I am anxiously awaiting the Supreme Court decisions about California’s Proposition 8 and the constitutionality of DOMA. I am hopeful that we will soon be experiencing a real shift in the legal environment that parallels the changes that have been happening societally in the past few years.
As I watched Edith Windsor, the 83-year-old plaintiff in the DOMA case, speak after the oral arguments, I couldn’t help but wonder about the changes she has seen in her life. Edith summed it up this way, “To be honest, I never could have imagined that this day would come—the day that I would be ‘out’ as an 83-year-old lesbian suing the federal government. My late wife, Thea Spyer, was, and is, the love of my life. Although we couldn’t live openly for much of our relationship, we became engaged in 1967 with a circular diamond brooch that symbolized the rings we weren’t able to wear on our fingers. And we stayed engaged for the next 40 years, caring for each other, sharing all the joys and sorrows that came our way.” And now at least four justices of the Supreme Court actively supported her right to federal recognition of her marriage.
On a more personal level, I was genuinely moved to see my Facebook feed flooded with the red marriage-equality banner. Although I generally feel supported and accepted by the allies in my life, it does my heart good to be actively reminded of that support. I was especially moved when my childhood friend posted this on Facebook: “This Christian supports marriage equality.” I expect support from my queer and politically liberal friends, but when I find it in unexpected places, I feel like I can relax just a little more deeply.
On the other side, I was saddened to read a relative’s Facebook post, “standing firm on God’s word for marriage” between only a man and a woman. It hurt to read as some people tore into my Christian friend for her support of marriage equality. Apparently some people fervently believe that marriage between gays will lead to legalized incest. It’s hard for me to know that such attitudes exist. I was saddened to read about the terrible insensitivity of United for Marriage when staffers asked the transgender activist and the person advocating for immigration reform to be silent during the rally outside of the Supreme Court.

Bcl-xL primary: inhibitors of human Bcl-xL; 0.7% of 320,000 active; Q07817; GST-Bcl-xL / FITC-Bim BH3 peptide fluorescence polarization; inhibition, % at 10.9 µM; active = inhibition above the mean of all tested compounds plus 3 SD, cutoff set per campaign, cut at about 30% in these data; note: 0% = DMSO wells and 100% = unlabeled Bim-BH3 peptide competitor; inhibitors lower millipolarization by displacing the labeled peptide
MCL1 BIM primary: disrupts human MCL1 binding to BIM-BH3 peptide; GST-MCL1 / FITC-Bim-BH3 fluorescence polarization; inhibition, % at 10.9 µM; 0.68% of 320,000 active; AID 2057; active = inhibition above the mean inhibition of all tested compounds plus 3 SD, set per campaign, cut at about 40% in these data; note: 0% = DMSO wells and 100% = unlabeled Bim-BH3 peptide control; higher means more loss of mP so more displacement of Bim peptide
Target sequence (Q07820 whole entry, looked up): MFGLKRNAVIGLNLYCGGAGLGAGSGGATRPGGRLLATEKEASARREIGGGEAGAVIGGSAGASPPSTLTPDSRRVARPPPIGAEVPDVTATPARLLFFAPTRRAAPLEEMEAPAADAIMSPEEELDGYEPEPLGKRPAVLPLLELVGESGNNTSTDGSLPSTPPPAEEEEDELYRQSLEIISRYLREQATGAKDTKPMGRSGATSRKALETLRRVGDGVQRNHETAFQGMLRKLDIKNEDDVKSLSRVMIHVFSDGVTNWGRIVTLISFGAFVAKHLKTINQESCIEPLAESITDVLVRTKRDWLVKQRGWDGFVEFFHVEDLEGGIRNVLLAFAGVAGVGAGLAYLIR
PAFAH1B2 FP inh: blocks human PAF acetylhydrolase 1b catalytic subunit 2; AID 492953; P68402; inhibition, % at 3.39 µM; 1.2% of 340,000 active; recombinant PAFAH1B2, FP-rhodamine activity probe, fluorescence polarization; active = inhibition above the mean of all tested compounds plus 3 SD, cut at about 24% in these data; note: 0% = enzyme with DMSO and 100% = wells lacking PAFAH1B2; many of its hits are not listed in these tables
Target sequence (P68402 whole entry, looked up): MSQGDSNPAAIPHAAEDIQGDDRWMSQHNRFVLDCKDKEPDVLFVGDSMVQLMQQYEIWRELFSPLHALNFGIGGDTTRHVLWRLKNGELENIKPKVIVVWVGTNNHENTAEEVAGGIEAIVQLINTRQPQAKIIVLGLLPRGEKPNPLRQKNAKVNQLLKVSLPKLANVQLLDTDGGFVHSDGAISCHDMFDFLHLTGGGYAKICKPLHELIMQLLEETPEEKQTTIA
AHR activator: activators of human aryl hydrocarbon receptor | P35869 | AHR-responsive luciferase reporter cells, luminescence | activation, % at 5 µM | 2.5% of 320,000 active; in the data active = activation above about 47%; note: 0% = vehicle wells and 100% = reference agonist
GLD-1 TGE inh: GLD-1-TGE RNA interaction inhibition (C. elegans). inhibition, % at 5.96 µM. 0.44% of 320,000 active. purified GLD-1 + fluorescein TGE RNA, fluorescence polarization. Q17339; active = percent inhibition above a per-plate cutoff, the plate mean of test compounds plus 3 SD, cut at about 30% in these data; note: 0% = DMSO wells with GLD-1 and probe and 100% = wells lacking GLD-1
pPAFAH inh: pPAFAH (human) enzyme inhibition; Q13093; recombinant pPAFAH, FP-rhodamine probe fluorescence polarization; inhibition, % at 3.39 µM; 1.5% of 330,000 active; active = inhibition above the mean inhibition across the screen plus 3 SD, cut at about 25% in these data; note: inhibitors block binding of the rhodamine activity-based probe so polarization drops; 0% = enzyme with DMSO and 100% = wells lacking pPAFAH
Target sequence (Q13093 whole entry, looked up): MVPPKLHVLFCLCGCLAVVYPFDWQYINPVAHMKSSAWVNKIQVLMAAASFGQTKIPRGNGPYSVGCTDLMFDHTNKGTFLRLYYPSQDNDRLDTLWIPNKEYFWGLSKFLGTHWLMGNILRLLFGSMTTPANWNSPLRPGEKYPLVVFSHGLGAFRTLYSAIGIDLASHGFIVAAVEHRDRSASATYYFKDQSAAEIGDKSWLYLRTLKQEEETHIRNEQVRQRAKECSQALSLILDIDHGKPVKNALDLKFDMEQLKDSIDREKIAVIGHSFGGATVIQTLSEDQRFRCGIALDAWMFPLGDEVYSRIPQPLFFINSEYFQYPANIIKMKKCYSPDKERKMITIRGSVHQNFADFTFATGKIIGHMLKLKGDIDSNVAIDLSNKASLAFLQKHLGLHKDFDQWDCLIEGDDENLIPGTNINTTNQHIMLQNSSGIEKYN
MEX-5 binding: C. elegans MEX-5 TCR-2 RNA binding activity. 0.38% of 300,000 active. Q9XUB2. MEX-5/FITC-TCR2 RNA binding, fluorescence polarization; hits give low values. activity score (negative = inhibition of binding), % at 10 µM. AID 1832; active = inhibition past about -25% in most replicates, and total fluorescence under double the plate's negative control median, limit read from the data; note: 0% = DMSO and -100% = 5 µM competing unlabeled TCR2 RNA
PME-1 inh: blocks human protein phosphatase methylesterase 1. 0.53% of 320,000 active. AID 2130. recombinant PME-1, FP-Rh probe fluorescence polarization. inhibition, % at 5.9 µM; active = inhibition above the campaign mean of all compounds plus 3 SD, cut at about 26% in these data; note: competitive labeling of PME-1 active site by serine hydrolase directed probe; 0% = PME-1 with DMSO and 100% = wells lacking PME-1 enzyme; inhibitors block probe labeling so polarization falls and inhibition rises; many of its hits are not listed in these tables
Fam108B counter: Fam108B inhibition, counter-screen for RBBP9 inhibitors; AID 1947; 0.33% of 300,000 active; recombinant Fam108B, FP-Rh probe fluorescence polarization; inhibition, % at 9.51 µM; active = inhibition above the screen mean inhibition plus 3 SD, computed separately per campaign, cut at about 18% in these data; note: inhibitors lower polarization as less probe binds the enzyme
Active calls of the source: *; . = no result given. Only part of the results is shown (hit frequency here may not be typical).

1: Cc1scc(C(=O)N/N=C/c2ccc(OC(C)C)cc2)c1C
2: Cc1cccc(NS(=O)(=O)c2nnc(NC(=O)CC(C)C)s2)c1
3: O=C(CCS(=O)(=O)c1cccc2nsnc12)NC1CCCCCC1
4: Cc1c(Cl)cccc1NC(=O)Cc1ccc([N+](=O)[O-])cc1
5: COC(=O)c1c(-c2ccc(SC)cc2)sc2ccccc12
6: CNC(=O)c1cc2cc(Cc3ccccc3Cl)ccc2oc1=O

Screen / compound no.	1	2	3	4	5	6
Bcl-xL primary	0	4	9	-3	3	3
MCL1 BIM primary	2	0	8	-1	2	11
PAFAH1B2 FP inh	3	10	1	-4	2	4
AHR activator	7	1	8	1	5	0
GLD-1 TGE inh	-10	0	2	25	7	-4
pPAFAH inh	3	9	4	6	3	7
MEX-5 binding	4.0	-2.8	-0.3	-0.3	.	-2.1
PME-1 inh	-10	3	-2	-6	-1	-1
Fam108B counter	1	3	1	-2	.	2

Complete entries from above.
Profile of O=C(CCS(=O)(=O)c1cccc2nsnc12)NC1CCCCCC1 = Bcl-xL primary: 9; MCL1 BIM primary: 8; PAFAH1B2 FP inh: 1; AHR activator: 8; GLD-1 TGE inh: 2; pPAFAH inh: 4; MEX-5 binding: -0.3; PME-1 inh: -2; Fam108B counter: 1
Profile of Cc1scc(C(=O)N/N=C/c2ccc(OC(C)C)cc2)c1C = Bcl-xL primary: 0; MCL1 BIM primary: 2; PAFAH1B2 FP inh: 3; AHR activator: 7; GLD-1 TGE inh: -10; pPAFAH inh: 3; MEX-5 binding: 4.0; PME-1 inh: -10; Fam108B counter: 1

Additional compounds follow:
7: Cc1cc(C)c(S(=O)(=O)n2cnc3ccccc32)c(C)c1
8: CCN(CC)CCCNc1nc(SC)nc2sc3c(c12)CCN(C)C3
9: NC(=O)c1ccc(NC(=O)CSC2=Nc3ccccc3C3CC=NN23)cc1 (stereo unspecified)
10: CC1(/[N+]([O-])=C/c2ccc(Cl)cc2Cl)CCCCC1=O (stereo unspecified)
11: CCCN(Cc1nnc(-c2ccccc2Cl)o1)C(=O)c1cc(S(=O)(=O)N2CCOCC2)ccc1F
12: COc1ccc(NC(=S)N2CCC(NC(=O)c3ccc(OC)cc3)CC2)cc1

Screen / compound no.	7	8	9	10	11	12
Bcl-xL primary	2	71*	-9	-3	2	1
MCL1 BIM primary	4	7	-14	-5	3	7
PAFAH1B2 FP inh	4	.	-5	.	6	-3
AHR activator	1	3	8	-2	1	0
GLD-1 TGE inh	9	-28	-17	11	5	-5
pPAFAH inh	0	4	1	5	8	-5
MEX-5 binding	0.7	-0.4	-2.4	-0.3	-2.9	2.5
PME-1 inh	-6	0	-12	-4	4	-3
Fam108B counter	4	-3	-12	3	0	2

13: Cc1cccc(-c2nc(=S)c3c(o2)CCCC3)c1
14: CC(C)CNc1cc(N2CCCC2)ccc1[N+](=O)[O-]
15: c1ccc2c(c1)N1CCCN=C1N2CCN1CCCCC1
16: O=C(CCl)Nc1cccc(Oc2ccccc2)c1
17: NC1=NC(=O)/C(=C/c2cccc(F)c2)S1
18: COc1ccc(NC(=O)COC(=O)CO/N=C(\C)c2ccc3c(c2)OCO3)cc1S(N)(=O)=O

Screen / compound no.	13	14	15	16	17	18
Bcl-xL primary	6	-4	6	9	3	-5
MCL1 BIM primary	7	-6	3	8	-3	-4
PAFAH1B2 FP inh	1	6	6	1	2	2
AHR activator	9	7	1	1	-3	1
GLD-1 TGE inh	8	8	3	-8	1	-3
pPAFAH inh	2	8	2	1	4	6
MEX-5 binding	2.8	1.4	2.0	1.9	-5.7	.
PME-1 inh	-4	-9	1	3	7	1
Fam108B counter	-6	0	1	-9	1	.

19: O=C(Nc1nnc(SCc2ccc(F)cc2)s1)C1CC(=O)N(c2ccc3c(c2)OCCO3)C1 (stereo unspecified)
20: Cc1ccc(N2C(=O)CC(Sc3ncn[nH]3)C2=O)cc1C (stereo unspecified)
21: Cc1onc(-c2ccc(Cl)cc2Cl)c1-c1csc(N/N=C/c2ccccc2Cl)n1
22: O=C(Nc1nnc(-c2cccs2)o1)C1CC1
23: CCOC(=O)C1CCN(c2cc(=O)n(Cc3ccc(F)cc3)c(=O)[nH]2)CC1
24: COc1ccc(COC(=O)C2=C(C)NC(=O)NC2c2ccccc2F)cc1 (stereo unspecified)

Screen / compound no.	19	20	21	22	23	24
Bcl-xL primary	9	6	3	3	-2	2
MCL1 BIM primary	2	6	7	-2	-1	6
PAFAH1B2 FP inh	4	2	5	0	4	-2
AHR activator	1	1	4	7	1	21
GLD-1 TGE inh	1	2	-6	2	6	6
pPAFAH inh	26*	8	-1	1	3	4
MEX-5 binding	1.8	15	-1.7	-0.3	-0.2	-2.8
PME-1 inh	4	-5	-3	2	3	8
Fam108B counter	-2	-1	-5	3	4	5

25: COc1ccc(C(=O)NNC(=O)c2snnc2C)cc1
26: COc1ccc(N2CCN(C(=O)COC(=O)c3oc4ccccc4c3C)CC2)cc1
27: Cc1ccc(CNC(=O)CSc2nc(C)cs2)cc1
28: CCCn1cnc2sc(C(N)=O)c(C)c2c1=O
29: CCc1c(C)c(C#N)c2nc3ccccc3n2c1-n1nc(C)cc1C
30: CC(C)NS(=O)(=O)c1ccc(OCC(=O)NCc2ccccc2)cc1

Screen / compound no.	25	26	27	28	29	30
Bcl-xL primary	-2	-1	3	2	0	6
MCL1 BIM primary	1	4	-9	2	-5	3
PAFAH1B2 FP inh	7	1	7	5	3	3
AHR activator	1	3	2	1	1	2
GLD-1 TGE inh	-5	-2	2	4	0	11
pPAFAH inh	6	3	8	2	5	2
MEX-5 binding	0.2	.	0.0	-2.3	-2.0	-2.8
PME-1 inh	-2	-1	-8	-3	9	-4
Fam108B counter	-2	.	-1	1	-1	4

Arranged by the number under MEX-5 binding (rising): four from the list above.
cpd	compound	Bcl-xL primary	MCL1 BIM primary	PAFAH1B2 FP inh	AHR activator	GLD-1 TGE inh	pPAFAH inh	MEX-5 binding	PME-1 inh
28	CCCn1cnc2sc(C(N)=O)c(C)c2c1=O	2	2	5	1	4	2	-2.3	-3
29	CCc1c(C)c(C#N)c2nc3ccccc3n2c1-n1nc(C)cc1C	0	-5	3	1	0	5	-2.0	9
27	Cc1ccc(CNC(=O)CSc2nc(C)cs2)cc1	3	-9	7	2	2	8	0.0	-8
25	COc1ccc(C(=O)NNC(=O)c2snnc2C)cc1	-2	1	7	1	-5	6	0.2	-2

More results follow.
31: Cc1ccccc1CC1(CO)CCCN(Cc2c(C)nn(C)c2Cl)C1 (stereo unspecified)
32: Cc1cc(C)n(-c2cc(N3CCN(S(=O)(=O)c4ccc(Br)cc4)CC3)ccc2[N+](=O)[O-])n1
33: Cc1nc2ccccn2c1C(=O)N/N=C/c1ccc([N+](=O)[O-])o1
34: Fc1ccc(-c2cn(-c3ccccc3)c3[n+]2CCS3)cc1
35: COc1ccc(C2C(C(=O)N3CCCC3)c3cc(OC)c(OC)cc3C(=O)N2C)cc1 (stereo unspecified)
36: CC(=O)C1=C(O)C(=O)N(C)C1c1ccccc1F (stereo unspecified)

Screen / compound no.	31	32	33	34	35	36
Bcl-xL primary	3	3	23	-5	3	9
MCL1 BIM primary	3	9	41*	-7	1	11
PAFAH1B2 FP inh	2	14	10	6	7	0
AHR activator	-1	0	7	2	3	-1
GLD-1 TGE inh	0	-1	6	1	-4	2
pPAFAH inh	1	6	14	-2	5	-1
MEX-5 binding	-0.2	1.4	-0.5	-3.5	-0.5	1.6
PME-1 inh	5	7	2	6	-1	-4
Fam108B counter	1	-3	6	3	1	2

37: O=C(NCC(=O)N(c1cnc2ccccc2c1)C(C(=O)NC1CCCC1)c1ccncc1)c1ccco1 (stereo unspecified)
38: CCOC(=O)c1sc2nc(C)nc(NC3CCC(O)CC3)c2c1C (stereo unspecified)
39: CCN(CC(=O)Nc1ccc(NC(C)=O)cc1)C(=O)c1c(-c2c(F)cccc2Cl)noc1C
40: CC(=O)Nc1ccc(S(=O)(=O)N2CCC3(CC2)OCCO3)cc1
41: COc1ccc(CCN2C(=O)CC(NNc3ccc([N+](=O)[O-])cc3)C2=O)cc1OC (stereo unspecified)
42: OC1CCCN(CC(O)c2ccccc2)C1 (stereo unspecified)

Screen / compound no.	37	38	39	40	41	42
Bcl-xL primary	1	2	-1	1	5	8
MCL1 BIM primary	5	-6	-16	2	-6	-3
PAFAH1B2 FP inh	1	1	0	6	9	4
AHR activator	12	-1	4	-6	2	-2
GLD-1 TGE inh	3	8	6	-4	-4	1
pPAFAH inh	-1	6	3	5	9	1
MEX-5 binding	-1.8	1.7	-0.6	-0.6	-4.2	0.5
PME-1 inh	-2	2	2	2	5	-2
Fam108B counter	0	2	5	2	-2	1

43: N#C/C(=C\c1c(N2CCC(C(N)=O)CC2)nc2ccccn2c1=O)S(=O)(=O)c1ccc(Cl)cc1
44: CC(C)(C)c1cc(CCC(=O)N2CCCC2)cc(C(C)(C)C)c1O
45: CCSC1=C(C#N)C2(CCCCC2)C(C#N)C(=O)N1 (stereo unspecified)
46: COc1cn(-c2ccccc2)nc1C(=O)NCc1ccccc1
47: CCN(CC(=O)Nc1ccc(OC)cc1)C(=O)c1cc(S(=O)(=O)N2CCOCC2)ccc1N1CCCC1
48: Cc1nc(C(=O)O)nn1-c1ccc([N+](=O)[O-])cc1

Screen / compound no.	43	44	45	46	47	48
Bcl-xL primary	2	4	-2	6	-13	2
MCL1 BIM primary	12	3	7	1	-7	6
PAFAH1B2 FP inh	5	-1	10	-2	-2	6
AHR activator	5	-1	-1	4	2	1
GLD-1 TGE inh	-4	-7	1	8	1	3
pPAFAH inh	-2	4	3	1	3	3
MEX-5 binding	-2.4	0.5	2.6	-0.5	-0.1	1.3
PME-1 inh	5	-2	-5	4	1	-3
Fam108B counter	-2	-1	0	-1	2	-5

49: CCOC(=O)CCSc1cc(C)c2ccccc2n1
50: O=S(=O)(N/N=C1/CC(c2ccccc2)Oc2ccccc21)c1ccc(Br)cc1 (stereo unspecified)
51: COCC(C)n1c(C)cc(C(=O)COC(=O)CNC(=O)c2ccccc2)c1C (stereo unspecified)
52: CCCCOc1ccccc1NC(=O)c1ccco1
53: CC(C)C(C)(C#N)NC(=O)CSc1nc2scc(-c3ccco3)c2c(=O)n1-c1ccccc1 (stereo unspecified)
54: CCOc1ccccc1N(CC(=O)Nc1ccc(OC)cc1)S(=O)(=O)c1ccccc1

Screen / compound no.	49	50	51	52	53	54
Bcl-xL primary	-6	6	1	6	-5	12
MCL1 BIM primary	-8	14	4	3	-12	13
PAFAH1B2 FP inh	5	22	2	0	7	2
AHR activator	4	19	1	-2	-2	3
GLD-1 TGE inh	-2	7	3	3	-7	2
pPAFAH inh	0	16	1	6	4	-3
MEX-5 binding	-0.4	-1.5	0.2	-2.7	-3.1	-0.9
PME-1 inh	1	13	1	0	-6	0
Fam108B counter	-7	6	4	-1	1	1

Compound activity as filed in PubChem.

What are we to do when one set of messages fills us with hope, affirmation, and support, while another set of very loud messages continues to support intolerance, misunderstanding, and ignorance?
A very wise person recently reminded me that “where you put your energy, that’s what grows.” So that’s what I am going to do.
I carry the knowledge that most of my relatives will be deeply upset if the Supreme Court overturns DOMA, and I experience their genuine kindness toward me and my partner at family gatherings. I am going to remember their kindness. People are complex and flawed, and I am going to allow them room for that.
My partner and I recently went to Door County for a long weekend and noticed that people stared at us at most restaurants. Since there was no broccoli in our teeth and we weren’t acting strange, I have to believe we were being stared at because of our apparent queerness. I can get pissed off about that, or I can shrug it off. People stare when they don’t understand what they are seeing. I am going to focus on the joy of eating a delicious meal with my partner.
I have been deeply alienated by members of conservative Christian churches, but I have also been profoundly moved by people like my friend who boldly say, “This Christian supports marriage equality.” Some of my deepest spiritual healing has come from Mark Clinger at the conservative First Baptist Church in Madison. I choose to focus on the Mark Clingers of the world instead of those who spread hate in the name of God. I get to focus on whomever I choose.
United for Marriage and the Human Rights Campaign really screwed up in how they handled the transgender- and immigration-focused activists at the Supreme Court rally, and these organizations have done incredible work for queer causes. I am going to allow them room to make errors and appreciate the fact that the folks working for these organizations have done a lot more than I have in promoting equality.
I am coming to understand that most of my own suffering is caused by focusing my mental energy on things that are out of my control at the moment, and by focusing on the negative aspects of any circumstance. So today I am choosing to be grateful for the abundant privileges and freedoms that I do have. I am going to remember the many acts of kindness people have shown me this week. I am going to put my energy toward cultivating inner peace no matter the external circumstances.
“Everything can be taken from a man but one thing: the last of the human freedoms—to choose one’s attitude in any given set of circumstances, to choose one’s own way.”
Sue and her partner, Sheri, have lived in Madison since 2000. They keep busy with their two dogs, Frankie and Maslow. Sue is a psychologist in private practice and can be found online at www.madisontherapy.com.